Recently I worked on some pull requests for interactive tutorials for the OpenIntro textbook Introduction to Modern Statistics. There I came across the package
emo. Its purpose is: “Easily insert emoji into and RMarkdown.”
I was surprised that there is a special package. I didn’t think that including emojis wouldn’t be a problem — at least on the macOS. I only have to open the window for emojis and symbols (CMD-SHIFT-SPACE) and double click on the icon to insert it into the markdown document. No big deal, so what’s the matter?
After I searched online, I saw that there many questions (and solutions) about this problem. There is on CRAN a special package
emojifont for using emojis and Font Awesome in base R and
ggplot2 graphics and with
emoGG another one on GitHub.
For me, it is still not clear what exactly the problem is. Perhaps it has to do with different operating systems? Does the Unicode not translate to all systems?
Anyway, I looked into
emo, and it turned out that it offers some useful functions when working with strings containing emojis. You can also add emojis to summarize p-values. Additionally, I learned several things:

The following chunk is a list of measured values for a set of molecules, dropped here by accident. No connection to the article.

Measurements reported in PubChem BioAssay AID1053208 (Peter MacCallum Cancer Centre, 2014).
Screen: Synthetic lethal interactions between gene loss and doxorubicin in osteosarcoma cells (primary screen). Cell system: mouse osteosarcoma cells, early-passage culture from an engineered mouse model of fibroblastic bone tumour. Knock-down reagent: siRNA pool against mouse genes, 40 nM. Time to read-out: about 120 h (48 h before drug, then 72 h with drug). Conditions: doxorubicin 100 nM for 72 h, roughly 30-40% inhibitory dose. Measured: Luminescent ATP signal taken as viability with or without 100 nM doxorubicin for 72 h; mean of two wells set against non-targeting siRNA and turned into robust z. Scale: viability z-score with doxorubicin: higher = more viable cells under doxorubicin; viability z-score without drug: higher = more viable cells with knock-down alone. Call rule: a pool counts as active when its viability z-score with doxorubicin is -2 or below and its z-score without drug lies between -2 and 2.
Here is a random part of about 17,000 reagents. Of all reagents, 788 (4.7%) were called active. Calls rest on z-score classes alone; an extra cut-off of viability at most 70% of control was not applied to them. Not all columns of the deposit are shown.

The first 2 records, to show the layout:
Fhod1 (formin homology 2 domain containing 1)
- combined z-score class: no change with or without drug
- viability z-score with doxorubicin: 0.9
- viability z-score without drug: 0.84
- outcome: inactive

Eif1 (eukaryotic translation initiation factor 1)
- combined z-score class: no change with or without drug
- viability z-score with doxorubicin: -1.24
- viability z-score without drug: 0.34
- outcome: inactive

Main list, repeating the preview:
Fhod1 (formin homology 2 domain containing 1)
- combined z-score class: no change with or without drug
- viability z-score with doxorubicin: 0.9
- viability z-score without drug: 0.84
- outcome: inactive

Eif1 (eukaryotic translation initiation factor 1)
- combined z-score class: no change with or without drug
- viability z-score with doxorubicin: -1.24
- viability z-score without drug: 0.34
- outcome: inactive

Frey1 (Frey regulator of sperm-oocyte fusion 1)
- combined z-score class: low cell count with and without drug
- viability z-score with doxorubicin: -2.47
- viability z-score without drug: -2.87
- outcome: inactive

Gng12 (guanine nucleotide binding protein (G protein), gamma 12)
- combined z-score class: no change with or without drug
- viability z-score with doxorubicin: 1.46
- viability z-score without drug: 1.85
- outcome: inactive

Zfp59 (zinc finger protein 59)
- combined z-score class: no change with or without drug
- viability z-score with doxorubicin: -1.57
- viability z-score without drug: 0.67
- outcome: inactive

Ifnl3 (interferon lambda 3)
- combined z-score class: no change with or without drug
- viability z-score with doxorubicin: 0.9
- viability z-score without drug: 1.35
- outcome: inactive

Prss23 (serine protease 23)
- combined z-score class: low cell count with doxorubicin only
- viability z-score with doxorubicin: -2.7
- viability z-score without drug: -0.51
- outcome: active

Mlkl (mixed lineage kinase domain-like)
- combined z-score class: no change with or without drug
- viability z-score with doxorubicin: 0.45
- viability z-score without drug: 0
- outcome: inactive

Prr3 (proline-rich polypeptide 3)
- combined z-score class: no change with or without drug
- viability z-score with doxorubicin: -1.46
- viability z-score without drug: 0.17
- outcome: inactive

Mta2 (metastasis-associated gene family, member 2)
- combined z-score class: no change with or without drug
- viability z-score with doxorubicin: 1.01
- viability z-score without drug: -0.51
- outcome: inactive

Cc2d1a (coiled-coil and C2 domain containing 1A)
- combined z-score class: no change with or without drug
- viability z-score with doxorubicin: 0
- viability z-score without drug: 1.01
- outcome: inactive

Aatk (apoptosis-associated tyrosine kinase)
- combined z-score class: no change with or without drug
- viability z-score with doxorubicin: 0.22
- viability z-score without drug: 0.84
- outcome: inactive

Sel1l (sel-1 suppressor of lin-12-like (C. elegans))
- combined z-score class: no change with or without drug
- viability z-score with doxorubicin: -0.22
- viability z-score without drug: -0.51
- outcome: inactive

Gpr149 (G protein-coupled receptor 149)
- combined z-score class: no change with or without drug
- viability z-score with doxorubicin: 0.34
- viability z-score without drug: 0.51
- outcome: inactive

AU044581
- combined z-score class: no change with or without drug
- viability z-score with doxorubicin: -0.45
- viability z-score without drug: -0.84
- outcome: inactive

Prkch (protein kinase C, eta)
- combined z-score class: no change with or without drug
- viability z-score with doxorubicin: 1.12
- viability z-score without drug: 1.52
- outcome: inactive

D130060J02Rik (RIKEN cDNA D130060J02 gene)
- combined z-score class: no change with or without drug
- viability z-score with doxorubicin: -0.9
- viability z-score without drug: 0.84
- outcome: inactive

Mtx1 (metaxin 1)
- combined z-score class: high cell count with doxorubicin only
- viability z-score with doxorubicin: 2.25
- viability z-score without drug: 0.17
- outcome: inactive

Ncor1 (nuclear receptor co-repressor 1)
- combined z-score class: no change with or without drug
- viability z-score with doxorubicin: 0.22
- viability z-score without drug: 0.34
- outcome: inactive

emojis_df <- emo::jis, you get a data frame with 3570 emoticons categorized by 21 variables.
emojis_df, you will find the keywords for each emoji. But this is problematic as they are not unique. In the ReadMe of
emo in GitHub, you will see a massive list of multiple references for each keyword.
If you are using keywords, the command
emo::ji(<keyword>) will randomly pick one.
emo::ji("face") emo::ji("face") emo::ji("face")
## 😷 ## 😃 ## 😙
To identify, you have to use the short name of the Common Local Data Repository (CDLR) included in the
If you want to use emojis with a particular skin tone, you have to use the alias name as the CDLR name produces an error.
Instead of looking up an emoji within the above-created data frame
emojis_df, I found it more practicable to search in the official Unicode Emoji List. It has not so many different columns but focuses on icon display and CLDR short name.
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